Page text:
read remote file without password

We have old Linux machine in remote office and I need to read one file in /user/leasing.txt . No passwords available- admin changed them before leaving :(

nmap output:

1080/tcp closed socks

2222/tcp open   ssh                OpenSSH 5.3 (protocol 2.0)

| ssh-hostkey:

|   1024 b4:35:5d:00:90:1c:2c:6f:cc:e2:0e:c3:01:41:34:63 (DSA)

|_  2048 83:0e:8b:dd:53:b2:ca:75:5c:5d:75:75:c5:5d:f8:25 (RSA)

2710/tcp closed sso-service

4662/tcp closed edonkey

6881/tcp closed bittorrent-tracker

6901/tcp closed jetstream

6969/tcp closed acmsoda

8181/tcp open   http               nginx 1.8.0


| Potentially risky methods: TRACE


|_http-server-header: nginx/1.8.0

|_http-title: Site doesn't have a title (text/html; charset=UTF-8).

Device type: general purpose|WAP|storage-misc|load balancer|firewall
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I am not sure what your asking.  Do you have a user account on the system?

What is it your showing us here?
Gerwin Jansen, EE MVETopic Advisor Commented:
If you're asking to gain access to a system that you don't have an account for then we cannot help you I'm afraid. Boot into single user mode is an option that is left as a last resort (and change root pwd).
andrey_chevronAuthor Commented:
I don't have a physical access to the machine - so SUM is not an option.
No I don't have user name.
if you don't recognize nmap log - forget it .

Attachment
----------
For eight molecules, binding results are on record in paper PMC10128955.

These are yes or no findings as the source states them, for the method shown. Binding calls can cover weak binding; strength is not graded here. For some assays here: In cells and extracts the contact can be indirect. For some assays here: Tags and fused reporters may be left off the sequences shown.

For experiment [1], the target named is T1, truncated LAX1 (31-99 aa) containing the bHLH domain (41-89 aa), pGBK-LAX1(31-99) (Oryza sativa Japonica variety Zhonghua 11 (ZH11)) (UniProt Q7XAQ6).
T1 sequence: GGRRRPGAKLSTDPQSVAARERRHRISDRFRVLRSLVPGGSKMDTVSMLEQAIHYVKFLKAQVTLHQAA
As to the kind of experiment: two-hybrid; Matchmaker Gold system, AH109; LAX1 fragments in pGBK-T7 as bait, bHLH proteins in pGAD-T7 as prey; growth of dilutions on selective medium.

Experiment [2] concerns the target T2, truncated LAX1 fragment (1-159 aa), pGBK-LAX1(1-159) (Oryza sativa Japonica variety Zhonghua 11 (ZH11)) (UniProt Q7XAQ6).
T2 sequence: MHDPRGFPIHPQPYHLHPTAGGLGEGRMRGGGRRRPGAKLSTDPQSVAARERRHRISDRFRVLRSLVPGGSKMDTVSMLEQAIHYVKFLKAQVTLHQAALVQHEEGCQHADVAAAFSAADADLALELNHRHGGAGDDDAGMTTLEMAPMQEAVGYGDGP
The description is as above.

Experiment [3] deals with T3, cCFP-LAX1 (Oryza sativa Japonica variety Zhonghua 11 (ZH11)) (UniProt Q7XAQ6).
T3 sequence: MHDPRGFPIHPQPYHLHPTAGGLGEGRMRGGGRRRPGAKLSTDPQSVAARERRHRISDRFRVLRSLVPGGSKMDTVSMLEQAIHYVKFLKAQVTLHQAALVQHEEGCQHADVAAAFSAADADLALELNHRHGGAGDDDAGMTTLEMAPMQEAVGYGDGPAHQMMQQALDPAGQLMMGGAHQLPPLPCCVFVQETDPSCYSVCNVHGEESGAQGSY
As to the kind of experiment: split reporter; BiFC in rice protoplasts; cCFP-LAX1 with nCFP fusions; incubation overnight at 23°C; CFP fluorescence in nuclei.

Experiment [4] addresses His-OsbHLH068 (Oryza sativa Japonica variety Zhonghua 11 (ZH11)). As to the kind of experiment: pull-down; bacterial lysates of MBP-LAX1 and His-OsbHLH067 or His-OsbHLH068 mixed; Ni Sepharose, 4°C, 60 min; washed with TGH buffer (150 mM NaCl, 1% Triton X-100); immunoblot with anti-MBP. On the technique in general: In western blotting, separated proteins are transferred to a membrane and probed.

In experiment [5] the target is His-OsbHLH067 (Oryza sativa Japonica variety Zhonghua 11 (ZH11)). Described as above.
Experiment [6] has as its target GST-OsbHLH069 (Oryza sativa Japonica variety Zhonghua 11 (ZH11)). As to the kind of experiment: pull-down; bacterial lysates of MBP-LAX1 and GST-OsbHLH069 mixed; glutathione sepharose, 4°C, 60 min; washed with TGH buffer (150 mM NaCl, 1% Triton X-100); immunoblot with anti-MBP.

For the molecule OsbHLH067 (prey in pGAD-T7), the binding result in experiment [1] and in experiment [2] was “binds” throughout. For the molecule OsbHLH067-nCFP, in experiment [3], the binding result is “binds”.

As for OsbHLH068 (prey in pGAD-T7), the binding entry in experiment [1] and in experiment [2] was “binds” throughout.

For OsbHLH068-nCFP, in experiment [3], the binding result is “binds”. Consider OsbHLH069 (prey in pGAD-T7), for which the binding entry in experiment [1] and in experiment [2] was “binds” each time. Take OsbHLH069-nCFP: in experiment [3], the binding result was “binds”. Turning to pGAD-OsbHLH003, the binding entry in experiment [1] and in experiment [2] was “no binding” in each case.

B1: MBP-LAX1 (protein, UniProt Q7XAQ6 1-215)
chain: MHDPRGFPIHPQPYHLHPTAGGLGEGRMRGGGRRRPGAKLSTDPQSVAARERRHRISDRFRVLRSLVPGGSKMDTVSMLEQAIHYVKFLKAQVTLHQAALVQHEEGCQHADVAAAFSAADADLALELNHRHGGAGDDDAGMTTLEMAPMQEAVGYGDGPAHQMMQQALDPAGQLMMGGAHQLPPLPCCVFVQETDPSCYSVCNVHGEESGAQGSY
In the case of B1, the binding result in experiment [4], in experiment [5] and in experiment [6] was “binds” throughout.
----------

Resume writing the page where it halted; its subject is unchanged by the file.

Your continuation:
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Gerwin Jansen, EE MVETopic Advisor Commented:
>> if you don't recognize nmap log - forget it .
Nobody said we didn't understand nmap log, I'm just saying we cannot help you finding/exploiting weaknesses in nginx/1.8.0 or OpenSSH 5.3.
The nmap log is fairly self explanatory, just has to relevance for your question.

As stated above, it is against the site rules to help you exploit a system to gain access.  

Best advice, find someone with physical access and use single user mode to gain access.

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Best advice might be to get the new password(s) from the previous admin. It's very unethical to inhibit access in that way and potentially illegal. See perhaps the most famous similar example. Even if not classed under similar laws,  a letter from a lawyer might be convincing.
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